Last weekend I attended the first few days of the Plasma 6 Sprint in Augsburg, Germany. While I’m not deeply involved with the Plasma development as such, there’s plenty of overlap with KDE Frameworks topics there as well.
Wrapping up 2020
The Plasma sprint was originally planned for April 2020, with accommodation and some trips already having been booked, but then COVID interfered. For me this was the last 2020 event to catch up with, after the recent PIM Sprint in Toulouse, so that part of 2020 is now finally concluded.
Having missed Akademy last year this was also the first opportunity to finally meet some people again who I hadn’t seen in over three years, and to meet some people for the first time who have joined in recent years (as well as meeting some people I have met in three different countries this year alone already). That’s always the best part of sprints :)
KDE Frameworks 6
The switch to KF6 allows us to move things around and thus fix one of the bigger “dependency propagators” we have, the color scheme classes.
Those are in widespread use and on their own fairly simple. Due to their placement in
KF::ConfigWidgets however they depend on
That’s not a problem for QWidget-based applications, but for several of our QML-based (mobile) apps it’s often the only reason for that dependency.
For an Android APK that impact is particularly easy to measure, there we are talking about 4-5MB additional package size, which can be up to 20-25% of the entire size. While that might not seem much for the individual user, this quickly multiplies with every APK downloaded from our infrastructure.
This is entirely avoidable with a bit of restructuring, which we got done during the sprint (and by we I mean mostly David Redondo). The color scheme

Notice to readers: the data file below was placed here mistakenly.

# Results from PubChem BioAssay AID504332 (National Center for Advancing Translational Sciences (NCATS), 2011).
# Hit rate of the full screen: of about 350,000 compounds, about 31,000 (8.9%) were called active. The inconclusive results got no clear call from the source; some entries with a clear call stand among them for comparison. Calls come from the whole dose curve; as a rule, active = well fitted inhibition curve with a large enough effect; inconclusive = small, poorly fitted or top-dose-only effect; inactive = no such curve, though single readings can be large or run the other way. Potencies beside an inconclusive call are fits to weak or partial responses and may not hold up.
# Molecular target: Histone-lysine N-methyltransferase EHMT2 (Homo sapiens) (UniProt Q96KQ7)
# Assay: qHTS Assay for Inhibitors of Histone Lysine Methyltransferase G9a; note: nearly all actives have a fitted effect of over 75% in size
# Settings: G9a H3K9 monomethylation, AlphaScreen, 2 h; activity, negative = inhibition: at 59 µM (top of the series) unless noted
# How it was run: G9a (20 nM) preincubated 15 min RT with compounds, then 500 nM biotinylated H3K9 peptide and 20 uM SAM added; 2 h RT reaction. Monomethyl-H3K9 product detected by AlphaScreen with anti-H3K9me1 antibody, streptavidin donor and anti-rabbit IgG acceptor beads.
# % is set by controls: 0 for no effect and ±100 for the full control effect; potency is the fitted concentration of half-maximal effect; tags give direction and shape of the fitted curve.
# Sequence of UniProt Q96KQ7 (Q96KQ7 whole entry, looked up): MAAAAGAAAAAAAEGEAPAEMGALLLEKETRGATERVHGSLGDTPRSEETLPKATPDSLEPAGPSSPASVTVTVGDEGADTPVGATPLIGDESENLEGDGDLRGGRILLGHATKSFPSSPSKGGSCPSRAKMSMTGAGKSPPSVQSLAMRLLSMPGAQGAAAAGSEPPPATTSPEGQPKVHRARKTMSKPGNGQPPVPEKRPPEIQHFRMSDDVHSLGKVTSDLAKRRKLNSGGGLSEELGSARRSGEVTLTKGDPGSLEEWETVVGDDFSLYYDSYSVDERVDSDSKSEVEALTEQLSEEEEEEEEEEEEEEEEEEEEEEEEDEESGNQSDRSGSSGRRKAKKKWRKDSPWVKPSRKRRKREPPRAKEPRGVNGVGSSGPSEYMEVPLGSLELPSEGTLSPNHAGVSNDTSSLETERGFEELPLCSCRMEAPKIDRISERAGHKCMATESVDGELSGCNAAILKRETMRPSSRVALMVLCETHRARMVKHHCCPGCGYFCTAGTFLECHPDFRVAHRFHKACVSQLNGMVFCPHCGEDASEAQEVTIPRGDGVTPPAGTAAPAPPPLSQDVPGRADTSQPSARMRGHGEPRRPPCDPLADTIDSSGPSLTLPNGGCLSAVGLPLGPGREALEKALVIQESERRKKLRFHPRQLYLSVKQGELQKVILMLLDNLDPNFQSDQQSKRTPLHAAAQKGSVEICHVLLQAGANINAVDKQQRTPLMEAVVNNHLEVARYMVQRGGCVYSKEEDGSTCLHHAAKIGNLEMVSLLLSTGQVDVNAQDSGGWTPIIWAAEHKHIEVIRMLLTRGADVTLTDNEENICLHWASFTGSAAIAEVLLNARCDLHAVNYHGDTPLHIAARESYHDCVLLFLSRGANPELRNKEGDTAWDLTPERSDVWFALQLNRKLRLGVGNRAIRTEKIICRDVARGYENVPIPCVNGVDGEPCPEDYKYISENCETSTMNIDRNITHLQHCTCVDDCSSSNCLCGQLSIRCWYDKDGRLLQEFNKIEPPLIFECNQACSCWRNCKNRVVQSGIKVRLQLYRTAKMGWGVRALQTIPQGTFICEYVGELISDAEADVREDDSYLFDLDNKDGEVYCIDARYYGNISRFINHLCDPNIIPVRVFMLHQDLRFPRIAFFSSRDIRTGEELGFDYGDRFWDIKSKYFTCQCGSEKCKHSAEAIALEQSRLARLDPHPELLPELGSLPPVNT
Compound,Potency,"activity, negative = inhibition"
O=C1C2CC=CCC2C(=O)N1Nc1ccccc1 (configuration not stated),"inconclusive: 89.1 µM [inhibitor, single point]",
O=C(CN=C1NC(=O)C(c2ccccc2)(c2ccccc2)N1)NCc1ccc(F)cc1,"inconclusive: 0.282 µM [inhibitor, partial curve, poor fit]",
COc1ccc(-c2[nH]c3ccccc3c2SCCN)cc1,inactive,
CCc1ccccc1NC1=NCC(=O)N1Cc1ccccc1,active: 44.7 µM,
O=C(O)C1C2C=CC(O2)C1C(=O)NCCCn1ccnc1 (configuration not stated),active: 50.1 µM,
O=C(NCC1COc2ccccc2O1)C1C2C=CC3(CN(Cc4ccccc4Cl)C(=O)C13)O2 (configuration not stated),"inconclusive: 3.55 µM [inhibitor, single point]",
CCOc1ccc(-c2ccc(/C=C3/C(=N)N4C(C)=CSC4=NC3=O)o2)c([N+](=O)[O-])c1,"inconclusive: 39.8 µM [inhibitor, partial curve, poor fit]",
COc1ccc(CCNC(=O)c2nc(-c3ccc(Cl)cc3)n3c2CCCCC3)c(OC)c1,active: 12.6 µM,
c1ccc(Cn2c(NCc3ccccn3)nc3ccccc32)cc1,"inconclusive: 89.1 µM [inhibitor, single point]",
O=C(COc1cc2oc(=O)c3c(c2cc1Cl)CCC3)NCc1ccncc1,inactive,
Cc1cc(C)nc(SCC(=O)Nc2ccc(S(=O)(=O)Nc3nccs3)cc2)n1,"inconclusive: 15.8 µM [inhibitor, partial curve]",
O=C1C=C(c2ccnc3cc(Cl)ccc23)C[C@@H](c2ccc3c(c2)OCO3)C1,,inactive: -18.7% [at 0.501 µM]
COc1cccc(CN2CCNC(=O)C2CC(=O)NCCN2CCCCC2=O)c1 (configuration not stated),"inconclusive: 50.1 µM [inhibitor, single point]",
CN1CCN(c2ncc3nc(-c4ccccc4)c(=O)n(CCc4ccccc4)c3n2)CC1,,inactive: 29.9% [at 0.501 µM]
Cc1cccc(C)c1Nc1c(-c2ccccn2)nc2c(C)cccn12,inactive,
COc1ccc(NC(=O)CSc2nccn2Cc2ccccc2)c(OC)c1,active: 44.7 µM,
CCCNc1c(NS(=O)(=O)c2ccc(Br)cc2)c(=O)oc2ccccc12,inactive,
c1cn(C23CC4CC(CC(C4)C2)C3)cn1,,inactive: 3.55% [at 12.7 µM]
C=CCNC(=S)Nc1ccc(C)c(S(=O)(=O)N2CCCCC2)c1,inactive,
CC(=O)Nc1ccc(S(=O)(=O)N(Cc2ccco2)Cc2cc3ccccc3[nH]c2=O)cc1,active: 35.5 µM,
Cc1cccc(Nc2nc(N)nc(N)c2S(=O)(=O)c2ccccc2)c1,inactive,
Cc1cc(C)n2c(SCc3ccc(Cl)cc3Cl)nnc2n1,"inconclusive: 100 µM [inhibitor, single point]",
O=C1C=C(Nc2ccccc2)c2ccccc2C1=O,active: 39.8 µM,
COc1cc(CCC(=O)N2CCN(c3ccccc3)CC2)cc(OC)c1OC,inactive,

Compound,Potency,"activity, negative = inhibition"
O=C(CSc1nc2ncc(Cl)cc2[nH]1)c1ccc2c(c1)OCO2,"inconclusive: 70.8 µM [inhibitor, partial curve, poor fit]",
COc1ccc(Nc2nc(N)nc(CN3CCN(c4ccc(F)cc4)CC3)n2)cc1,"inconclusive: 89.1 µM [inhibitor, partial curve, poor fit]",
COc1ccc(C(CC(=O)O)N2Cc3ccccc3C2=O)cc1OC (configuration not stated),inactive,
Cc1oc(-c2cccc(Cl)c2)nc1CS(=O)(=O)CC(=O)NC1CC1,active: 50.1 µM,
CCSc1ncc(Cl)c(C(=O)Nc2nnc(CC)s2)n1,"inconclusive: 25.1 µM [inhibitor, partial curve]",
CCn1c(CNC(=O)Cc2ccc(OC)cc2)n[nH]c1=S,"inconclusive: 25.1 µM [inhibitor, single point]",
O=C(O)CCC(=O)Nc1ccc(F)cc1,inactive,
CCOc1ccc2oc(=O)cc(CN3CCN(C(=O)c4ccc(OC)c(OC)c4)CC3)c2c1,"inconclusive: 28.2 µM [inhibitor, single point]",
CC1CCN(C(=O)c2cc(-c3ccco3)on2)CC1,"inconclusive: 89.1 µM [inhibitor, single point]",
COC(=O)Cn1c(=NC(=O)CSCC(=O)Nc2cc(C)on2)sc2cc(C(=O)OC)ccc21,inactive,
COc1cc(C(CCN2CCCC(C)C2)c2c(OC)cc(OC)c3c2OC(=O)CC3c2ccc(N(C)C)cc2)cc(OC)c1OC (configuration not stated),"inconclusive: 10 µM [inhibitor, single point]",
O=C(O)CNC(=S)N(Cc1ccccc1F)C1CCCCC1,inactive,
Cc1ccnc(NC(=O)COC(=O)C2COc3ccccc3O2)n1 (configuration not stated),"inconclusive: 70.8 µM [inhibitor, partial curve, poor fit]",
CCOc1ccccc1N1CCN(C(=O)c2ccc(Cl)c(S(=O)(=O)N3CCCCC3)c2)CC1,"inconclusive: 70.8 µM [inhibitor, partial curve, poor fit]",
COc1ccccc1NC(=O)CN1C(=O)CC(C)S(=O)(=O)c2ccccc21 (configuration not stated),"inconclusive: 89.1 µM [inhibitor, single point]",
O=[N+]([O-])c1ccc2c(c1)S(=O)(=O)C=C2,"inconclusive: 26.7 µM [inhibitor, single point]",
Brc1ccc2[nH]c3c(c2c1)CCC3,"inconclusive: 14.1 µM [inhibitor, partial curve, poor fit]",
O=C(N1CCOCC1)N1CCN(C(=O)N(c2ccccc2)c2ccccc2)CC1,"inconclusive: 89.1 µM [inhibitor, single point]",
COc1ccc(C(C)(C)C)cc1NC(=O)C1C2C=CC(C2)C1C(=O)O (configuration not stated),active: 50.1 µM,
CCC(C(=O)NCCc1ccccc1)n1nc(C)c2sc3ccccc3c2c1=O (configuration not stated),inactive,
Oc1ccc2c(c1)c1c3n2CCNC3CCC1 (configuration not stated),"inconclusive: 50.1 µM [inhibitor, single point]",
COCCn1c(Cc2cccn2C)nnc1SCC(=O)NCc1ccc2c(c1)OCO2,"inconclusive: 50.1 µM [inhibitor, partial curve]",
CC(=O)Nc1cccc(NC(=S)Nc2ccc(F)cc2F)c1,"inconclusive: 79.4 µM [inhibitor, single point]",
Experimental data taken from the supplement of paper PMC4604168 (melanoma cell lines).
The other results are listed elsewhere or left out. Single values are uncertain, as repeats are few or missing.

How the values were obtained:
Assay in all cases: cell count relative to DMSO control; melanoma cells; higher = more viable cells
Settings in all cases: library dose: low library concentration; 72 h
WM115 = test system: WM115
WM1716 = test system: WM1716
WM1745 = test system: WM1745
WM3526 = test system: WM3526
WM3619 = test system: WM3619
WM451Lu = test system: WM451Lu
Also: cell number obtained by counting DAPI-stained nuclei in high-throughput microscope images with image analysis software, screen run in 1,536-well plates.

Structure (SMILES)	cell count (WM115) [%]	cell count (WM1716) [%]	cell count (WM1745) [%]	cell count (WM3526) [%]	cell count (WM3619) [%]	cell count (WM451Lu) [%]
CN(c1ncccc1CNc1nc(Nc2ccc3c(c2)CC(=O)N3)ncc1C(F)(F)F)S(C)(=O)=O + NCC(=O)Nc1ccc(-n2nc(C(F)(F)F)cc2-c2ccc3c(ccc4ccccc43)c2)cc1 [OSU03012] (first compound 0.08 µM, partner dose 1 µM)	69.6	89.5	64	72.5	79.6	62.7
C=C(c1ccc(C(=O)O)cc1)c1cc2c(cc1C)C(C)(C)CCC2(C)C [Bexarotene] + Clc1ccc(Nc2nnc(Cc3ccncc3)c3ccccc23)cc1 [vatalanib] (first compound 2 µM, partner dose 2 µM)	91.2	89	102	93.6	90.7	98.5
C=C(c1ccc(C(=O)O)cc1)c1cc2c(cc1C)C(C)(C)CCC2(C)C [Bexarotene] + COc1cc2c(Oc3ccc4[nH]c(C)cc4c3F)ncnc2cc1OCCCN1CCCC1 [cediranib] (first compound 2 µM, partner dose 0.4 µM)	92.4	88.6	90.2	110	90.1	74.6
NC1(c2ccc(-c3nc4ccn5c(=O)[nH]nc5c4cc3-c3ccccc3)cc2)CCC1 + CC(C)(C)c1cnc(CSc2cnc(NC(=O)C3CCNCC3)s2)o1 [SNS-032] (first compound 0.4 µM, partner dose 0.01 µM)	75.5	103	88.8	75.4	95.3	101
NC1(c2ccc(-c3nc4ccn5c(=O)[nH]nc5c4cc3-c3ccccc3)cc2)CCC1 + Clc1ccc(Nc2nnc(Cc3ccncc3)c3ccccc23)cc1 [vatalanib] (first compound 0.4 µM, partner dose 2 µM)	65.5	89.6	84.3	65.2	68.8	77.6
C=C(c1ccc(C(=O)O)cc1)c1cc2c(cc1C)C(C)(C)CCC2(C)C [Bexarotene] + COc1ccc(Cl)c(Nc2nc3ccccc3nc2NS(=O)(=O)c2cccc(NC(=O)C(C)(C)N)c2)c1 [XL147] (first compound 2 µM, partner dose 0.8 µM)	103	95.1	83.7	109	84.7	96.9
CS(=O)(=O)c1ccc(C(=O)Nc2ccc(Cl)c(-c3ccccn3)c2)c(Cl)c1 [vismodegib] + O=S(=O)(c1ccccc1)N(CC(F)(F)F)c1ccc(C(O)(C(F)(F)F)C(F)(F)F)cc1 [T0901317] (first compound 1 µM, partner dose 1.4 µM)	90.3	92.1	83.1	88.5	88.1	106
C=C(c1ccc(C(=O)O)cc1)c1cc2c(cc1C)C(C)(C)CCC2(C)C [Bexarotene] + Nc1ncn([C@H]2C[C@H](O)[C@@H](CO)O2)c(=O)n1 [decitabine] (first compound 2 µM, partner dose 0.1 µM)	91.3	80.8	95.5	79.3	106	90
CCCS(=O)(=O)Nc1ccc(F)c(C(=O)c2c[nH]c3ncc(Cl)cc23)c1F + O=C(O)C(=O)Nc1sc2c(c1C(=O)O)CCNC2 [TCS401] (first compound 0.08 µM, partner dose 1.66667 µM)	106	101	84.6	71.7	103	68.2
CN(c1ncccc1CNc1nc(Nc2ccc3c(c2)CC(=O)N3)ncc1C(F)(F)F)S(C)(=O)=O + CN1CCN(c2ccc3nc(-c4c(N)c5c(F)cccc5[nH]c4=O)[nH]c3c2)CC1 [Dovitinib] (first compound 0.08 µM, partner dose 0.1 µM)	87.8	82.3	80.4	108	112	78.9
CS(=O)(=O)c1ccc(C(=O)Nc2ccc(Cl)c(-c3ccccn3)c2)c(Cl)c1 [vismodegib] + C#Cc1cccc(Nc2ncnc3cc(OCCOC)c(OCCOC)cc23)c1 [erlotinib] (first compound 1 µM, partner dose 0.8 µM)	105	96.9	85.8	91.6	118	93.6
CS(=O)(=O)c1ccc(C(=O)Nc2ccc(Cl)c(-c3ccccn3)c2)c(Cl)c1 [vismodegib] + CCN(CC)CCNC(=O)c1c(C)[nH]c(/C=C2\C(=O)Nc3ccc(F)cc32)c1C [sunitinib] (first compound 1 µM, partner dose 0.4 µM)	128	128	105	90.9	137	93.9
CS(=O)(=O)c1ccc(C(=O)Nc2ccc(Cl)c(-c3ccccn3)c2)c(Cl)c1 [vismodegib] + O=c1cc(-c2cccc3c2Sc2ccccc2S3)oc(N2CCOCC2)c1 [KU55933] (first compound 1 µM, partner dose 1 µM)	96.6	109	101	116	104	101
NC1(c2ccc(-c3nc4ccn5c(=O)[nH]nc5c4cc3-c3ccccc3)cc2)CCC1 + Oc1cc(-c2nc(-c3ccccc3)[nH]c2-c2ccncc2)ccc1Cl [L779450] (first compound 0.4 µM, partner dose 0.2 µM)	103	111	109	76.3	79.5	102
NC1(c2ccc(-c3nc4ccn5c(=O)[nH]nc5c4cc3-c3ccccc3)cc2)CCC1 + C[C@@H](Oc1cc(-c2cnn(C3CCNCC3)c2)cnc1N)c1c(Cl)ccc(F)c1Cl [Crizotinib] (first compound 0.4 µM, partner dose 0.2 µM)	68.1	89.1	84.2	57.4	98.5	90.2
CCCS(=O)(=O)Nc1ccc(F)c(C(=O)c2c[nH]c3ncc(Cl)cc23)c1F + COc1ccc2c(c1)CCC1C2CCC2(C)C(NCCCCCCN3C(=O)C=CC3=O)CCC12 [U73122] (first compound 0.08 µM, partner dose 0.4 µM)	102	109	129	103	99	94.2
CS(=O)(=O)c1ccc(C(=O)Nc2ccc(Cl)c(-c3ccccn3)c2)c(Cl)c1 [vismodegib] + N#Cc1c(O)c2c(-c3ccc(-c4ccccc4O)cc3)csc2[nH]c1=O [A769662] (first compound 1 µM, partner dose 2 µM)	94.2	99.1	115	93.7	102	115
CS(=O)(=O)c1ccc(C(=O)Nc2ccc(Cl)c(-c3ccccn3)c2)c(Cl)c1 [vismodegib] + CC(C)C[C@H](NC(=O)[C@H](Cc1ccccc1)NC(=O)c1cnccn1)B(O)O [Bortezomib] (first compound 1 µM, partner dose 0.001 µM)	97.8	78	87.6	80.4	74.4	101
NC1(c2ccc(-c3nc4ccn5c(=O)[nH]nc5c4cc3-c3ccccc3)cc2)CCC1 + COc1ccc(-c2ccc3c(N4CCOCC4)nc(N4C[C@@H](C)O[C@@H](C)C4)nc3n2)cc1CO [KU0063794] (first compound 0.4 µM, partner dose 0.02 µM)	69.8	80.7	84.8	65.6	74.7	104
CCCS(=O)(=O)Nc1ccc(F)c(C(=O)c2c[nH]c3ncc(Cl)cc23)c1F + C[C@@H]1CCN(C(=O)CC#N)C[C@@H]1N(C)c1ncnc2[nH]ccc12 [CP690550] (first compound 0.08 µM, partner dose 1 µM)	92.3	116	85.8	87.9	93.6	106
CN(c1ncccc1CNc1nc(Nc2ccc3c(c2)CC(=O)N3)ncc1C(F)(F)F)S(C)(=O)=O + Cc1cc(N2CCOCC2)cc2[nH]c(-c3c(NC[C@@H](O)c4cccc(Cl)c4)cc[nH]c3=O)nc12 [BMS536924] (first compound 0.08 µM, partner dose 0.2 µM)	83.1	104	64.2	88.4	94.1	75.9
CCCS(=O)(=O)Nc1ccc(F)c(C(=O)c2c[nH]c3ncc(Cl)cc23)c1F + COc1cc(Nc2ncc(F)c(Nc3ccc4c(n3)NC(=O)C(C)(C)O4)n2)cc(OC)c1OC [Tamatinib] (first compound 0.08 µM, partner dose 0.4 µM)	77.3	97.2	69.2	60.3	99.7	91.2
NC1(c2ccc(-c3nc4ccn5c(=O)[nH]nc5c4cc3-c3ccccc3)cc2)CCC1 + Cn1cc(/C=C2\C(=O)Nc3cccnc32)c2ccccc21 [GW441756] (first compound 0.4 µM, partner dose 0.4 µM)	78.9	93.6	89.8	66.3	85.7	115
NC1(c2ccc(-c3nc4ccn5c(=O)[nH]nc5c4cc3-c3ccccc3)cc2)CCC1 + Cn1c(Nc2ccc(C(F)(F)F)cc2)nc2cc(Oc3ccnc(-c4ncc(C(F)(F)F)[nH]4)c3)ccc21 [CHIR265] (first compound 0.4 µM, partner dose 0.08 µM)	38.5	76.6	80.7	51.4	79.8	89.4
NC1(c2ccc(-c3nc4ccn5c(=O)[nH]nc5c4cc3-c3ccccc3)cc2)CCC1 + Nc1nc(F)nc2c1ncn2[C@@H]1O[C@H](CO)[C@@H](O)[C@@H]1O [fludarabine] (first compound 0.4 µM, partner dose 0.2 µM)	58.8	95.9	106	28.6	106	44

code is now separated into the new widget-less
KF::ColorScheme framework, and a small part remaining in
KF::ConfigWidgets for generating a color
scheme selection menu. For most consumers this is all largely transparent, as the relevant uses happen in other component such as the Breeze QQC2 style.
That’s not the only KF6 topic we discussed and worked on though:
- Reviewing the XDG Portal Notification v2 proposal for compatibility with
KF::Notification. The proposed API is actually a big improvement over the existing one, and much better aligns with what we have in
KF::Notificationand what other platforms offer (which helps us with providing a cross-platform API).
- Finish and integrate two widely used pieces of code from applications, an email address input validator and a return key capture event filter for line edits. This reduces code duplication and helps to cut down dependencies in e.g. KDE PIM.
- Identify and fix test failures caused by the CLDR 42 update we got as part of the switch to Qt 6.5. This now uses a narrow non-breakable Unicode space instead of a regular one for certain time formats, which is actually a good idea but wasn’t expected by some of our unit tests.
- Continued the refactoring of the
KF::Prisonbarcode generator API to no longer be based around polymorphic types and factory methods but instead provide a simple value-type like interface.
I also got to learn more about XDG Portals from others working with those, which will come in handy for adding push notification support there.
Getting everyone together for a few days is not only great fun, it’s also immensely productive.
This has been made possible thanks to TUXEDO Computers hosting us in their office in Augsburg. If you have access to a suitable venue that is a much appreciated way in which you can support us. Similarly we rely on KDE e.V. to ensure everyone can afford to attend, which you can support with your donations.
The next big in-person meeting isn’t far away fortunately, Akademy is in just nine weeks already :)